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What Family Psychologist Chris Peters learned from his dad.

Working (and Eating) Like a Man

Some of my most treasured memories growing up are from working with my dad. Though my dad was well-educated and hardworking, he had to work a lot of low-paying jobs to make ends meet. When I was old enough, I went to help him with his handyman gig on the weekends. We would load up his Ford pickup camper shell with the tools we would need for the day’s work, eat a quick breakfast and head out early in the morning. At first, I would just go fetch tools, hold the other end of a piece of wood while he cut it, and watch. Over time, though, this weekend routine became a rite of passage. One particular morning, we were given the assignment of installing trim on a carpeted staircase. It wasn’t too technical – someone had to measure quarter-round dowels, cut them to size, stain them, and nail them down neatly on a residential staircase. I was ready to take my regular roles of “lumber-holder” and “tool fetcher”, but instead, my dad gave the project entirely to me. He told me, “I know you can handle it!” and walked off to work on another house project, leaving me to my tools and fledgling abilities. The feeling was scary, exhilarating, and liberating all at once. I was in control of my first home repair CeRO_26UAAAy7lDproject! It went well, and when it came time for the homeowner to pay us, my dad collected the check and headed straight for the bank and then to lunch. I’ll never forget the interaction that followed. He handed me $40, which was a lot for a 10 year old in 1995. As he gave it to me, he said, “You work like a grown man now, son. Feel free to eat like one, too!” With that, we headed to lunch. He bought. It wasn’t particularly philosophical or profound, but the experience has stuck with me. It symbolized my father passing on the keys to manhood and stands out in my mind as the day I grew into a man. My dad saw me as able to set out to do something, accomplish a task, and be rewarded for it. That meant the world to me! As a father, I am constantly looking for ways to empower the little ones that have been entrusted to my care. They are still young, but I know a similar day will come for me and them, and I want to be ready for it. Our children, particularly our sons, need to know what we see in them. They need to be called out of childhood and welcomed into manhood. It’s our duty to help them work like men, earn a living as men, talk like men, treat others men, and yes, to even eat like a man! What a privilege! What are you doing to help the boys in your life to become men?

About Chris Peters

CdidJ--UUAIUhHqChris holds a B.A. in Family Psychology from Oklahoma Baptist University, and an M.S. in Human Development/Family Science (specializing in Marriage and Family Therapy) from Oklahoma State University. Currently an out of state transplant, he now lives in Southern California with his wife, Amanda, of 7 years, along with their two children, Abby (4) and Isaac (1). The Peters family enjoys the outdoor experiences California offers – rocky coasts, sandy beaches, mountains, fruit orchards…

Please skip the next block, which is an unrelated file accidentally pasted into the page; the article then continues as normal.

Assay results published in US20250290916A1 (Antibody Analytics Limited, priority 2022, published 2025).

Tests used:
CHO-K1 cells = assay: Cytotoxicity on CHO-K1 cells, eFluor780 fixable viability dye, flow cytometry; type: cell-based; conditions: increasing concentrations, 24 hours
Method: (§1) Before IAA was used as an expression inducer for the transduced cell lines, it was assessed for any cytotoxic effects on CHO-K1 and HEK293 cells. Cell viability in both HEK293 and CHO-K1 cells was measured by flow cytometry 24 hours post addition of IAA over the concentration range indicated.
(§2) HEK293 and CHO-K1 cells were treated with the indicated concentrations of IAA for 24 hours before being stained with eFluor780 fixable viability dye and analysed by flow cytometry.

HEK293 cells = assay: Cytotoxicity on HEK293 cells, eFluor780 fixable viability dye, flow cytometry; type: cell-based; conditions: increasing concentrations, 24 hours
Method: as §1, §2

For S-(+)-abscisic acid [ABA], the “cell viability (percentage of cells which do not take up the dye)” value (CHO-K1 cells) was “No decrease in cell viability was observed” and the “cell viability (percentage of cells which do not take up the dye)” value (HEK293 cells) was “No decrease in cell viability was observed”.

Chris was moved to start this project after realizing how difficult parenting can be firsthand. CdC-XNnUAAADzWNHe found limited resources for fathers, and quickly found out there is no “How to” manual for parenting! He hopes this site and its community approach will be helpful to all the other dads (and moms) our there who want to make a positive difference in their children’s lives.
In terms of global perspective, Chris is an evangelical Christian, and active in his local church. Any advice he gives or articles he publishes will go through this worldview filter. He is unapologetic about his worldview, and hopes by being open about where he is coming from, it will encourage others to be open as well.
 For more information about Chris Peters and his work, go to:


Ask-A-Dad Chris – TWITTER

 I would be very grateful if you shared  this article and website on your Twitter, Facebook, or other social media.

Here are some more good reads from Manly Training, and don’t forget that every day until Father’s Day manly training is publishing a new testimony from highly recognized authors, pastors and businessman on what they learned from their dads.

Some more good reads by Manly Training.

How Best to Raise a Daughter – What author Amalie Jahn learned from her dad.

What Author Chad Gramling learned from his dad

What Andy Specht learned from His Dad

What Author Tremayne Moore learned from His Dad

My Dad’s Life Lesson That Really Stuck With Me – Tyler Jacobson

What Kevin P Bradford learned from his dad. – Imitate Me!

Dad’s Sacrifices for Me – Robert P Holland

Fight the Good Fight – Whick D Turner

Time for Catch – Phil Conrad

The Sin of a Father – David Moore

What a father should be like…


ANGER VS. ANNOYANCE (as taught by dad)


  1. Oh how I longed for a dad to teach me to do things. I lived with the emptiness of his absence. I am thankful that I can teach my grandson, who is also without a father. Everything we do together is a miracle I hold dear. Time spent with children, doing constructive things besides video games and amusement parks, will create lasting memories.

    Liked by 1 person

    • I have to agree with you wholeheartedly. It wasn’t too long ago the fathers were important and expected to be there for their sons and daughters. Today, the absence of fathers in the homes have reached alarming Numbers and it’s taking it’s toll on the newer generations. It’s men like yourself who can step in and be a father figure to their grandson or a nephew or even a neighbor that will make a difference in a child’s life. I thank you for being that father figure to your grandson! God bless you for that.

      Liked by 1 person

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